Corby Castle family feud decided at appeal court

A son has lost his appeal in a £1.5m legal battle with his baronet father to recoup money from the sale of the family castle in Cumbria.

Sir John Howard-Lawson sold the 13th Century Corby Castle estate in 1994, but his son claims it was not his to sell.

Philip Howard, 50, took his bid to recover his "inheritance" to London's High Court a year ago, but lost.

Mr Howard has now lost his challenge to that ruling at the appeal court.

'Forfeited' inheritance

The business consultant claimed his father, whose original surname was Lawson, had "forfeited" his right to inherit the castle in 1962 by neglecting to comply with some terms in his great grandfather's will.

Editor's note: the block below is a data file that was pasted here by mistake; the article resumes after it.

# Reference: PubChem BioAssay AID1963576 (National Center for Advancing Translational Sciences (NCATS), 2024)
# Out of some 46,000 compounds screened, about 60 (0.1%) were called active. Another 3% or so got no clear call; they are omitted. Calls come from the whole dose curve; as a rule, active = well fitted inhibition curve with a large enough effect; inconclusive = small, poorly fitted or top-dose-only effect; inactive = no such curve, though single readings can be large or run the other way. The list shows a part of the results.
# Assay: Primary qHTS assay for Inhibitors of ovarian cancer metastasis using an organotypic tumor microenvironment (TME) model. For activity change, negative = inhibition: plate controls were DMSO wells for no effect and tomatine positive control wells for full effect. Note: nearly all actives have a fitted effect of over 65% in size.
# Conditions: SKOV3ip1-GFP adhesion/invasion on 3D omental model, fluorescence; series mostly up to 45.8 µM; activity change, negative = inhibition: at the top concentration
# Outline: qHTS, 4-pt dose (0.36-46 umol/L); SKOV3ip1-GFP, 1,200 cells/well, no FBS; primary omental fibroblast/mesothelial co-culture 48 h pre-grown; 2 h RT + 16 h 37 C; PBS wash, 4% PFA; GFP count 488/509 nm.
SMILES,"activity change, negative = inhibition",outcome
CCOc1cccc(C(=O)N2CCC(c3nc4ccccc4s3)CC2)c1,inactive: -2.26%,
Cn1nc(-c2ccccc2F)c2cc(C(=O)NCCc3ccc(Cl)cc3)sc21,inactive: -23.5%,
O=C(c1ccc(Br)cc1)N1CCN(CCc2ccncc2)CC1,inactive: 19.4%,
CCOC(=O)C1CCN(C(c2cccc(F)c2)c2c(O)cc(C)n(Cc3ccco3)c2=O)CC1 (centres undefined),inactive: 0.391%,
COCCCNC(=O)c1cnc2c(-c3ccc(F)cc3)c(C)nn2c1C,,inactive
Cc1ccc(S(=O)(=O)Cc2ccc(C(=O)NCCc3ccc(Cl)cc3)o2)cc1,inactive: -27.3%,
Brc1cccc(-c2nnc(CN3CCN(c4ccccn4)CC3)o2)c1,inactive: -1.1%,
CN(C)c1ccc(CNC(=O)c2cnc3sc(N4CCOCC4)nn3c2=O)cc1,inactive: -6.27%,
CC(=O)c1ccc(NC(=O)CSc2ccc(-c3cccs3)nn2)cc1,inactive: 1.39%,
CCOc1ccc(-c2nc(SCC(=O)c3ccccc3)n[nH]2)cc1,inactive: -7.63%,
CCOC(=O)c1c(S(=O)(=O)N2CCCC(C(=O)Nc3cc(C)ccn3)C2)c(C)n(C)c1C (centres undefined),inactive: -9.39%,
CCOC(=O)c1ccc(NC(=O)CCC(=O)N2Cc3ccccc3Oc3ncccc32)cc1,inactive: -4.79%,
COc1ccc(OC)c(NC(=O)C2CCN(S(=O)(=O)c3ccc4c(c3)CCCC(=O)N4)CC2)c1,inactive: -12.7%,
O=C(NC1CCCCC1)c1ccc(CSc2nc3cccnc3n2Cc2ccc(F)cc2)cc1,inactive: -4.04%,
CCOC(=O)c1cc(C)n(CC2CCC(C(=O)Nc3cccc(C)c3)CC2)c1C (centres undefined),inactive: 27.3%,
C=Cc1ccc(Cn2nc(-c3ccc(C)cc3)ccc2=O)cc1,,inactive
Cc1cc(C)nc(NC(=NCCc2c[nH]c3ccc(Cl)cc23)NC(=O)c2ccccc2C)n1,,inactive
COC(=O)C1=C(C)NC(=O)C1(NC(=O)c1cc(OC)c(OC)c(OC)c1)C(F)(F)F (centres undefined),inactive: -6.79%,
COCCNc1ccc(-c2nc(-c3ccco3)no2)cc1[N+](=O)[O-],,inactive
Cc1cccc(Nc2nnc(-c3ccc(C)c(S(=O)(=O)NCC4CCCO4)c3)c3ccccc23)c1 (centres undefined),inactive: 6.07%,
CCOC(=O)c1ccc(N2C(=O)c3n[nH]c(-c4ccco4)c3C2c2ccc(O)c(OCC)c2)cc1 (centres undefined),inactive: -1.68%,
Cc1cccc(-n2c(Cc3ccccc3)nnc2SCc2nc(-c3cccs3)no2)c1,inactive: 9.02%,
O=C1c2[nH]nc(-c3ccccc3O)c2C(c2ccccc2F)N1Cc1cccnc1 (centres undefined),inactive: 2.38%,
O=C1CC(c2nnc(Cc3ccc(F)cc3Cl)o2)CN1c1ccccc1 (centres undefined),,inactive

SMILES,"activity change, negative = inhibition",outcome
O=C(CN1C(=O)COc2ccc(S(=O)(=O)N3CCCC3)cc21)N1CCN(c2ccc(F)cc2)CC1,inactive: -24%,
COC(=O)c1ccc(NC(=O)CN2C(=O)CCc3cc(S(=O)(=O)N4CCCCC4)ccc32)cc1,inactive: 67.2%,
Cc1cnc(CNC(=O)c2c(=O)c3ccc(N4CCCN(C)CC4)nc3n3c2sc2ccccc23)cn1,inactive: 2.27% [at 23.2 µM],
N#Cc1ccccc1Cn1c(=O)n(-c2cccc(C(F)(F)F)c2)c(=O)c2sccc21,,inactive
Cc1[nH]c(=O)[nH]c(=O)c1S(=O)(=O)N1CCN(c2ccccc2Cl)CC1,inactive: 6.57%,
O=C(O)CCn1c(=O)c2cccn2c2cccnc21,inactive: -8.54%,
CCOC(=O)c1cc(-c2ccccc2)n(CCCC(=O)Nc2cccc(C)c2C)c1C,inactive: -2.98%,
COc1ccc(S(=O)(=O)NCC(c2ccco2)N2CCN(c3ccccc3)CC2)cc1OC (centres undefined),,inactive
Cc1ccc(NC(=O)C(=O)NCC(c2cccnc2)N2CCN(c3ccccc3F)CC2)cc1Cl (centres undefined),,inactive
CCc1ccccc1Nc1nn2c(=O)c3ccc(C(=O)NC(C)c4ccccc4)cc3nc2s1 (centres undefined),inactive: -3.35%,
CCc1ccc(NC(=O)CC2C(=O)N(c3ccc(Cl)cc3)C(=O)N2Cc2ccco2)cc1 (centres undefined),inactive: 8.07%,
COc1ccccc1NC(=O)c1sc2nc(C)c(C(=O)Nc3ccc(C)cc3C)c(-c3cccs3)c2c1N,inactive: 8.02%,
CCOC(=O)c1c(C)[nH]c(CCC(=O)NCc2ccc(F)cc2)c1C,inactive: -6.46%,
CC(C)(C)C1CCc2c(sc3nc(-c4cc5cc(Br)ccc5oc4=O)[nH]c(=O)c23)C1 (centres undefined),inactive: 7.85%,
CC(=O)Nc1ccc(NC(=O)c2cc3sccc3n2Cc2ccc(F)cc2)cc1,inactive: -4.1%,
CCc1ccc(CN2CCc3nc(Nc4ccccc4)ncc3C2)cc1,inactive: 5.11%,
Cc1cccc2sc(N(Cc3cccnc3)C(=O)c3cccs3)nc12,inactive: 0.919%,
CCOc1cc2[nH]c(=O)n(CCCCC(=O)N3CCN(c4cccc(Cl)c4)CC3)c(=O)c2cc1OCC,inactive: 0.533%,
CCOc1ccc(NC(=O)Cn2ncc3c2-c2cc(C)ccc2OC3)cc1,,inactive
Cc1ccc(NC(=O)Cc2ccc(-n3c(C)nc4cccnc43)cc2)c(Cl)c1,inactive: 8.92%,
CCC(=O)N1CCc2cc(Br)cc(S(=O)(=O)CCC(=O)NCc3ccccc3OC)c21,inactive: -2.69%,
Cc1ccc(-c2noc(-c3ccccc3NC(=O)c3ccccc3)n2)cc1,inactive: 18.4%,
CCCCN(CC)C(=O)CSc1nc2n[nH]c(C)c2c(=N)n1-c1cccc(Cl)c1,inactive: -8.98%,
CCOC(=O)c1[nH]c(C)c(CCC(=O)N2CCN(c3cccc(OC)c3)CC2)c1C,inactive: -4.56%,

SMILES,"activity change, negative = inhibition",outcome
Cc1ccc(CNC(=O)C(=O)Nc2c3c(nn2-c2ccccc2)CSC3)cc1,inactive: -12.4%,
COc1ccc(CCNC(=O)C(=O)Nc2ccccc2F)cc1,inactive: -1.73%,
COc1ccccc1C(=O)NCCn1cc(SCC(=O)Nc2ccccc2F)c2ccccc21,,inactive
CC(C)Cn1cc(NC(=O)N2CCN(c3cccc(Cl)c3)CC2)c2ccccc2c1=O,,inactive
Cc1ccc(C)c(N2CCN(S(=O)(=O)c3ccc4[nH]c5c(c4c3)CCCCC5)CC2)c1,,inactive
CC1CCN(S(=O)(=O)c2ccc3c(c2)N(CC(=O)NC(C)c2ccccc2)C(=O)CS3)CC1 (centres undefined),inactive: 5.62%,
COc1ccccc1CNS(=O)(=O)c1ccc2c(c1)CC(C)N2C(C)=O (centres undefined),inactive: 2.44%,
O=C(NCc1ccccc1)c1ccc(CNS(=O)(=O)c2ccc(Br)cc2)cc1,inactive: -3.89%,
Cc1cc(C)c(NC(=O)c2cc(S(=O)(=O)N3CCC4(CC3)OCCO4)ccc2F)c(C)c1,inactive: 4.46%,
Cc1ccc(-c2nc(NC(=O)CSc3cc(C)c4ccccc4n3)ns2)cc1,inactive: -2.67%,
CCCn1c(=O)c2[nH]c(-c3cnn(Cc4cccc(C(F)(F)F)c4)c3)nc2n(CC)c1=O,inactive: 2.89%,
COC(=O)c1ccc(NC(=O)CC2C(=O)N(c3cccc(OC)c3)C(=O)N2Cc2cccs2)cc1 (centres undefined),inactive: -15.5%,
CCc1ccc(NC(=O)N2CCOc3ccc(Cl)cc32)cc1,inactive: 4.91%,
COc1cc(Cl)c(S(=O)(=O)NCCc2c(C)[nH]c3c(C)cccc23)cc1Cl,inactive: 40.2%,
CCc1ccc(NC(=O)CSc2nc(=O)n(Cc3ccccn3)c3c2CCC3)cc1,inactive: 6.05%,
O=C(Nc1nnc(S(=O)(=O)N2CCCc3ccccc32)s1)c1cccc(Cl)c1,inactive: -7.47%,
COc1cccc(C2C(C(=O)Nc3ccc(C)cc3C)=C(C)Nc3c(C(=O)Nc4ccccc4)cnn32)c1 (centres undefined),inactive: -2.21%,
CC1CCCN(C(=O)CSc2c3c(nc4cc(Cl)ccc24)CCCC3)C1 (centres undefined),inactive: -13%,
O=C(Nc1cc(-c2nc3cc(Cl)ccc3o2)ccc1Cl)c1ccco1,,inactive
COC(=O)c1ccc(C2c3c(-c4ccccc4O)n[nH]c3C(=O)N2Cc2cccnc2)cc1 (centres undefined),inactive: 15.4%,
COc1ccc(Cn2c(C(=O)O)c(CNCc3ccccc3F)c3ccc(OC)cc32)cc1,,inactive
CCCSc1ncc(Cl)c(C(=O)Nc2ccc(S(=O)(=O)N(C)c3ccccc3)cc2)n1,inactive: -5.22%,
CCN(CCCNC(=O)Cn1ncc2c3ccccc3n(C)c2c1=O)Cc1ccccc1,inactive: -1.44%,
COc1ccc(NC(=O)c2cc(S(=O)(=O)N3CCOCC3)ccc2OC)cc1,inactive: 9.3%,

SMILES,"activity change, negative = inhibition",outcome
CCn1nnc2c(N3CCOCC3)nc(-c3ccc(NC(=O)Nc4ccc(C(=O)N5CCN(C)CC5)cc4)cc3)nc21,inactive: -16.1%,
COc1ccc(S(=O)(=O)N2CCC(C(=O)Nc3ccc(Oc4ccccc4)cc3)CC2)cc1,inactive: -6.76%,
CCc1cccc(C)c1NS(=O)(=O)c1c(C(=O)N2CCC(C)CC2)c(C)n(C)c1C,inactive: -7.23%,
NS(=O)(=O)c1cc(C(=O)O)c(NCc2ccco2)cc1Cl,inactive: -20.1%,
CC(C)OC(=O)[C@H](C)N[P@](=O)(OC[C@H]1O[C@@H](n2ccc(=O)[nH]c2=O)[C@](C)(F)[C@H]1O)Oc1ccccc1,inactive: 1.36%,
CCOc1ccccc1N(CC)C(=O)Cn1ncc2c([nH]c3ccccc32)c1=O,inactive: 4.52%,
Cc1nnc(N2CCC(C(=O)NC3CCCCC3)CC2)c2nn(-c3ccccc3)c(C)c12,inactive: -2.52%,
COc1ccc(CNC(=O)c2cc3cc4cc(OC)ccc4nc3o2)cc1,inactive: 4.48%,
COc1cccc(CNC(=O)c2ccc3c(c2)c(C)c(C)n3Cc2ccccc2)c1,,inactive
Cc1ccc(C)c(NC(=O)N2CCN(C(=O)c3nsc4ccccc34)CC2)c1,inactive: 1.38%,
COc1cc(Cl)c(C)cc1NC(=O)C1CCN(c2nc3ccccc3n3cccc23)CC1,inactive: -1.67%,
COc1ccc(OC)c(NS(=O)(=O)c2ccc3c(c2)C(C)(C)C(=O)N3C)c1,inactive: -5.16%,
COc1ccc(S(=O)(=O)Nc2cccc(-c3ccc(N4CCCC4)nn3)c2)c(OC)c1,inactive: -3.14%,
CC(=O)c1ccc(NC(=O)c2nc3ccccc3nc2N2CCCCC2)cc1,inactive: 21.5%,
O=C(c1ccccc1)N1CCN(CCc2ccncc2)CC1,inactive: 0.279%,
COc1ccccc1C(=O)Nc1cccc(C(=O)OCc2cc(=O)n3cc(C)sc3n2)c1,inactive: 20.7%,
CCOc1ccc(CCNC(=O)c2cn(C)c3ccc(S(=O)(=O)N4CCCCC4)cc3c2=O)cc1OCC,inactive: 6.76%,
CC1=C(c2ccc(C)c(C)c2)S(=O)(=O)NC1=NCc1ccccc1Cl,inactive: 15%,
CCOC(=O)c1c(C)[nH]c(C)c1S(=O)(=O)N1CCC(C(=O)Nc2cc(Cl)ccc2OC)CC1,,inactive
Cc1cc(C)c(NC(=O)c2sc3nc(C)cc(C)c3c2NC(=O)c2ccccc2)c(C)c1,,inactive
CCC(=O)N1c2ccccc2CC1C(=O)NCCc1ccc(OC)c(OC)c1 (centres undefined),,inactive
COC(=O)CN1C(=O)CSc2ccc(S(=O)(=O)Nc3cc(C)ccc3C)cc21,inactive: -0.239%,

He said this made him, not his father, heir to the estate, and entitled him to the £1.5m proceeds from its sale.

The Court of Appeal dismissed Mr Howard's challenge against the ruling by Mrs Justice Proudman and backed her interpretation of the clause in the will which required the adoption of the Howard surname and coat-of-arms.

Ruling that there was no forfeiture, she had said Sir John had applied to use the surname and coat-of-arms within the time specified in the will.

She added that the clause was included because Mr Howard's great-great-grandfather, who had only one daughter, wanted to continue the association of his family name and arms with his landed estate.

The estate had been in the family for 400 years before it was sold due to financial difficulties.

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